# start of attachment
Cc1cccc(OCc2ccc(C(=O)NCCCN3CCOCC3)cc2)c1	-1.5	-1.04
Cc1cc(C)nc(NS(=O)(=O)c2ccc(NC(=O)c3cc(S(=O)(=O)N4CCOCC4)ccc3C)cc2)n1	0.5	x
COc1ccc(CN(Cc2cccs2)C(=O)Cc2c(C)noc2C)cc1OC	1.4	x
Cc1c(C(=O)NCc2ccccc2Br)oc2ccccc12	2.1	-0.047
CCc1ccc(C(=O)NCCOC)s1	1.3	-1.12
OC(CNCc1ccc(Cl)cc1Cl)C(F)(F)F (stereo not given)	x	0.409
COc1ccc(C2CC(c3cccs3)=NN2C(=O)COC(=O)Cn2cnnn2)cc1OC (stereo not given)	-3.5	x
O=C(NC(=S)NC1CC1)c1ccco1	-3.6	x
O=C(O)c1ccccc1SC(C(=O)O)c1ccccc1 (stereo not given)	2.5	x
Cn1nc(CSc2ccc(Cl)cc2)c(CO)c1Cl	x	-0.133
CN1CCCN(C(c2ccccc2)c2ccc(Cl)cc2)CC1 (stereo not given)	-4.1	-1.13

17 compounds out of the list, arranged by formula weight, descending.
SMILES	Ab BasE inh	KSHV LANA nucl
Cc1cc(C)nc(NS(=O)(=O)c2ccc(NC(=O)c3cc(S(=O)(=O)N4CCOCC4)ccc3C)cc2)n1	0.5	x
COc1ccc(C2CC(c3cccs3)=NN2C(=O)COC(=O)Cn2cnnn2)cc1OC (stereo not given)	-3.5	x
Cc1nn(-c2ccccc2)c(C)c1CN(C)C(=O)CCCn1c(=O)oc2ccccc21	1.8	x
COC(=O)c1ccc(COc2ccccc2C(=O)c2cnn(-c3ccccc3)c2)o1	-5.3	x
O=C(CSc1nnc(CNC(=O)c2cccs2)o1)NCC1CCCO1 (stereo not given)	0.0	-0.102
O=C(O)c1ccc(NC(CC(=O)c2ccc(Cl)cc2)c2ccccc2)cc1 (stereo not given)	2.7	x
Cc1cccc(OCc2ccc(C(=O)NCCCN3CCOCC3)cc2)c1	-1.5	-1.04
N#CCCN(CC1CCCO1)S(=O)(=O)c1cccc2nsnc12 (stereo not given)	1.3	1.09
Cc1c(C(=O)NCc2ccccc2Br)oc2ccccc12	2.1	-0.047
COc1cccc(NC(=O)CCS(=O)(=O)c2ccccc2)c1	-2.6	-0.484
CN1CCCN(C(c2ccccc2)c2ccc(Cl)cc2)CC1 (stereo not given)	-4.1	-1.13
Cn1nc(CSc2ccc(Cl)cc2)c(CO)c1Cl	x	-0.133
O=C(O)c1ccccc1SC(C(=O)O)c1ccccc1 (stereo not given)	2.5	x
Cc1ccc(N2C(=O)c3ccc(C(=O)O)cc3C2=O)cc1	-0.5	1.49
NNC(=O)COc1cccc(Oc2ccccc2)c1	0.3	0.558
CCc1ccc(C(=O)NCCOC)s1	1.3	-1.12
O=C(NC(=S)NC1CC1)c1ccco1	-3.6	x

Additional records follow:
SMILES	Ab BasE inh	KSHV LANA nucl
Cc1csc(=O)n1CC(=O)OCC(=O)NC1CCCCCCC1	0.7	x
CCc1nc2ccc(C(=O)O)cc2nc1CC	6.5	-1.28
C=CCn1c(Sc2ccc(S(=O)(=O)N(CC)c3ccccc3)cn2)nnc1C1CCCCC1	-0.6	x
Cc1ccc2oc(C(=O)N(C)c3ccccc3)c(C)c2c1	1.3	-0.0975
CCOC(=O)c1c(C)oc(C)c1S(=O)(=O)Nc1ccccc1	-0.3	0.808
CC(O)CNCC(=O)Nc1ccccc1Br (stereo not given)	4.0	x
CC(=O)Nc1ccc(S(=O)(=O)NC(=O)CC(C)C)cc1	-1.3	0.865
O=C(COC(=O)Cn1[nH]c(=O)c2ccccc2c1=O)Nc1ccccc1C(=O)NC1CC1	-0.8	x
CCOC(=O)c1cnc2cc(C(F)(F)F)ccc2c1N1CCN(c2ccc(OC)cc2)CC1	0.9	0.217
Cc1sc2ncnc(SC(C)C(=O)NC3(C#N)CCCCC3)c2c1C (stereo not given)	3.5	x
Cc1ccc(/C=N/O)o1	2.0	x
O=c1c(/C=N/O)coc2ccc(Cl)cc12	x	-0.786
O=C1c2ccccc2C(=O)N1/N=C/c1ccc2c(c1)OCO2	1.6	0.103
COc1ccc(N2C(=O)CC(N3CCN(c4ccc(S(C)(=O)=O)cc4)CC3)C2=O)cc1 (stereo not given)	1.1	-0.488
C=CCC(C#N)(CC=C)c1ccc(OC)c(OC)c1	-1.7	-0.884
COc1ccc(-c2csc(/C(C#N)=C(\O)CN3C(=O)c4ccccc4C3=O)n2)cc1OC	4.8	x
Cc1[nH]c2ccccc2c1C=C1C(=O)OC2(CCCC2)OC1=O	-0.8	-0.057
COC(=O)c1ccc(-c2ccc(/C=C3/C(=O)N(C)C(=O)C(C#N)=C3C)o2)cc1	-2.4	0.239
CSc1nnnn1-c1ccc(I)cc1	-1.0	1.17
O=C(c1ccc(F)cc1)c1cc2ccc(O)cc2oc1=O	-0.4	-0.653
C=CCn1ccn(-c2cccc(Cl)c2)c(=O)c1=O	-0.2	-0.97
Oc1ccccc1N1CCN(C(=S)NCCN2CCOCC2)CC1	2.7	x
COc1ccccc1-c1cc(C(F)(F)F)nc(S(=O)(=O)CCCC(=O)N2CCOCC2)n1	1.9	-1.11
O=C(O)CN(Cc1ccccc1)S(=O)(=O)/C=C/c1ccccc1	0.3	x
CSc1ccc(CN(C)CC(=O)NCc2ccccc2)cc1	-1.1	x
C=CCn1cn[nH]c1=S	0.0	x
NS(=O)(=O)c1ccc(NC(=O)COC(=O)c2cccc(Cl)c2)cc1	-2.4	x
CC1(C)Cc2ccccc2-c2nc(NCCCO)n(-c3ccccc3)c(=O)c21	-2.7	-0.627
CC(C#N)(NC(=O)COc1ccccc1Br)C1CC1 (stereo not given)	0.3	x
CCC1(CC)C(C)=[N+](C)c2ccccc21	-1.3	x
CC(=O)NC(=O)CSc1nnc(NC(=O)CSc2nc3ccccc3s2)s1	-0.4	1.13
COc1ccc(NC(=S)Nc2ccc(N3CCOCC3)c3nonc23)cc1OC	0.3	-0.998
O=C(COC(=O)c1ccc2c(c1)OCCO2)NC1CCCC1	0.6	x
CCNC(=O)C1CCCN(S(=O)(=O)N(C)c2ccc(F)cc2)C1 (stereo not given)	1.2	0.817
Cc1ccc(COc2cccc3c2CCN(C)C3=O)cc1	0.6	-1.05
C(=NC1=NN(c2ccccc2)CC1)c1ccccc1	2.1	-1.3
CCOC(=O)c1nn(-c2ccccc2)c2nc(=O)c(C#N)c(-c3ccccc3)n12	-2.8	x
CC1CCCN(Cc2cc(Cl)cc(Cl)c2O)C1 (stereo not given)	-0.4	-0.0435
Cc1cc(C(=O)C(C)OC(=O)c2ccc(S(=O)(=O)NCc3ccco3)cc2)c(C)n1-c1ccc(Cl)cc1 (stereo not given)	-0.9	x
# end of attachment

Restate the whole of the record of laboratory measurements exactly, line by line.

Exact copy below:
Cc1cccc(OCc2ccc(C(=O)NCCCN3CCOCC3)cc2)c1	-1.5	-1.04
Cc1cc(C)nc(NS(=O)(=O)c2ccc(NC(=O)c3cc(S(=O)(=O)N4CCOCC4)ccc3C)cc2)n1	0.5	x
COc1ccc(CN(Cc2cccs2)C(=O)Cc2c(C)noc2C)cc1OC	1.4	x
Cc1c(C(=O)NCc2ccccc2Br)oc2ccccc12	2.1	-0.047
CCc1ccc(C(=O)NCCOC)s1	1.3	-1.12
OC(CNCc1ccc(Cl)cc1Cl)C(F)(F)F (stereo not given)	x	0.409
COc1ccc(C2CC(c3cccs3)=NN2C(=O)COC(=O)Cn2cnnn2)cc1OC (stereo not given)	-3.5	x
O=C(NC(=S)NC1CC1)c1ccco1	-3.6	x
O=C(O)c1ccccc1SC(C(=O)O)c1ccccc1 (stereo not given)	2.5	x
Cn1nc(CSc2ccc(Cl)cc2)c(CO)c1Cl	x	-0.133
CN1CCCN(C(c2ccccc2)c2ccc(Cl)cc2)CC1 (stereo not given)	-4.1	-1.13

17 compounds out of the list, arranged by formula weight, descending.
SMILES	Ab BasE inh	KSHV LANA nucl
Cc1cc(C)nc(NS(=O)(=O)c2ccc(NC(=O)c3cc(S(=O)(=O)N4CCOCC4)ccc3C)cc2)n1	0.5	x
COc1ccc(C2CC(c3cccs3)=NN2C(=O)COC(=O)Cn2cnnn2)cc1OC (stereo not given)	-3.5	x
Cc1nn(-c2ccccc2)c(C)c1CN(C)C(=O)CCCn1c(=O)oc2ccccc21	1.8	x
COC(=O)c1ccc(COc2ccccc2C(=O)c2cnn(-c3ccccc3)c2)o1	-5.3	x
O=C(CSc1nnc(CNC(=O)c2cccs2)o1)NCC1CCCO1 (stereo not given)	0.0	-0.102
O=C(O)c1ccc(NC(CC(=O)c2ccc(Cl)cc2)c2ccccc2)cc1 (stereo not given)	2.7	x
Cc1cccc(OCc2ccc(C(=O)NCCCN3CCOCC3)cc2)c1	-1.5	-1.04
N#CCCN(CC1CCCO1)S(=O)(=O)c1cccc2nsnc12 (stereo not given)	1.3	1.09
Cc1c(C(=O)NCc2ccccc2Br)oc2ccccc12	2.1	-0.047
COc1cccc(NC(=O)CCS(=O)(=O)c2ccccc2)c1	-2.6	-0.484
CN1CCCN(C(c2ccccc2)c2ccc(Cl)cc2)CC1 (stereo not given)	-4.1	-1.13
Cn1nc(CSc2ccc(Cl)cc2)c(CO)c1Cl	x	-0.133
O=C(O)c1ccccc1SC(C(=O)O)c1ccccc1 (stereo not given)	2.5	x
Cc1ccc(N2C(=O)c3ccc(C(=O)O)cc3C2=O)cc1	-0.5	1.49
NNC(=O)COc1cccc(Oc2ccccc2)c1	0.3	0.558
CCc1ccc(C(=O)NCCOC)s1	1.3	-1.12
O=C(NC(=S)NC1CC1)c1ccco1	-3.6	x

Additional records follow:
SMILES	Ab BasE inh	KSHV LANA nucl
Cc1csc(=O)n1CC(=O)OCC(=O)NC1CCCCCCC1	0.7	x
CCc1nc2ccc(C(=O)O)cc2nc1CC	6.5	-1.28
C=CCn1c(Sc2ccc(S(=O)(=O)N(CC)c3ccccc3)cn2)nnc1C1CCCCC1	-0.6	x
Cc1ccc2oc(C(=O)N(C)c3ccccc3)c(C)c2c1	1.3	-0.0975
CCOC(=O)c1c(C)oc(C)c1S(=O)(=O)Nc1ccccc1	-0.3	0.808
CC(O)CNCC(=O)Nc1ccccc1Br (stereo not given)	4.0	x
CC(=O)Nc1ccc(S(=O)(=O)NC(=O)CC(C)C)cc1	-1.3	0.865
O=C(COC(=O)Cn1[nH]c(=O)c2ccccc2c1=O)Nc1ccccc1C(=O)NC1CC1	-0.8	x
CCOC(=O)c1cnc2cc(C(F)(F)F)ccc2c1N1CCN(c2ccc(OC)cc2)CC1	0.9	0.217
Cc1sc2ncnc(SC(C)C(=O)NC3(C#N)CCCCC3)c2c1C (stereo not given)	3.5	x
Cc1ccc(/C=N/O)o1	2.0	x
O=c1c(/C=N/O)coc2ccc(Cl)cc12	x	-0.786
O=C1c2ccccc2C(=O)N1/N=C/c1ccc2c(c1)OCO2	1.6	0.103
COc1ccc(N2C(=O)CC(N3CCN(c4ccc(S(C)(=O)=O)cc4)CC3)C2=O)cc1 (stereo not given)	1.1	-0.488
C=CCC(C#N)(CC=C)c1ccc(OC)c(OC)c1	-1.7	-0.884
COc1ccc(-c2csc(/C(C#N)=C(\O)CN3C(=O)c4ccccc4C3=O)n2)cc1OC	4.8	x
Cc1[nH]c2ccccc2c1C=C1C(=O)OC2(CCCC2)OC1=O	-0.8	-0.057
COC(=O)c1ccc(-c2ccc(/C=C3/C(=O)N(C)C(=O)C(C#N)=C3C)o2)cc1	-2.4	0.239
CSc1nnnn1-c1ccc(I)cc1	-1.0	1.17
O=C(c1ccc(F)cc1)c1cc2ccc(O)cc2oc1=O	-0.4	-0.653
C=CCn1ccn(-c2cccc(Cl)c2)c(=O)c1=O	-0.2	-0.97
Oc1ccccc1N1CCN(C(=S)NCCN2CCOCC2)CC1	2.7	x
COc1ccccc1-c1cc(C(F)(F)F)nc(S(=O)(=O)CCCC(=O)N2CCOCC2)n1	1.9	-1.11
O=C(O)CN(Cc1ccccc1)S(=O)(=O)/C=C/c1ccccc1	0.3	x
CSc1ccc(CN(C)CC(=O)NCc2ccccc2)cc1	-1.1	x
C=CCn1cn[nH]c1=S	0.0	x
NS(=O)(=O)c1ccc(NC(=O)COC(=O)c2cccc(Cl)c2)cc1	-2.4	x
CC1(C)Cc2ccccc2-c2nc(NCCCO)n(-c3ccccc3)c(=O)c21	-2.7	-0.627
CC(C#N)(NC(=O)COc1ccccc1Br)C1CC1 (stereo not given)	0.3	x
CCC1(CC)C(C)=[N+](C)c2ccccc21	-1.3	x
CC(=O)NC(=O)CSc1nnc(NC(=O)CSc2nc3ccccc3s2)s1	-0.4	1.13
COc1ccc(NC(=S)Nc2ccc(N3CCOCC3)c3nonc23)cc1OC	0.3	-0.998
O=C(COC(=O)c1ccc2c(c1)OCCO2)NC1CCCC1	0.6	x
CCNC(=O)C1CCCN(S(=O)(=O)N(C)c2ccc(F)cc2)C1 (stereo not given)	1.2	0.817
Cc1ccc(COc2cccc3c2CCN(C)C3=O)cc1	0.6	-1.05
C(=NC1=NN(c2ccccc2)CC1)c1ccccc1	2.1	-1.3
CCOC(=O)c1nn(-c2ccccc2)c2nc(=O)c(C#N)c(-c3ccccc3)n12	-2.8	x
CC1CCCN(Cc2cc(Cl)cc(Cl)c2O)C1 (stereo not given)	-0.4	-0.0435
Cc1cc(C(=O)C(C)OC(=O)c2ccc(S(=O)(=O)NCc3ccco3)cc2)c(C)n1-c1ccc(Cl)cc1 (stereo not given)	-0.9	x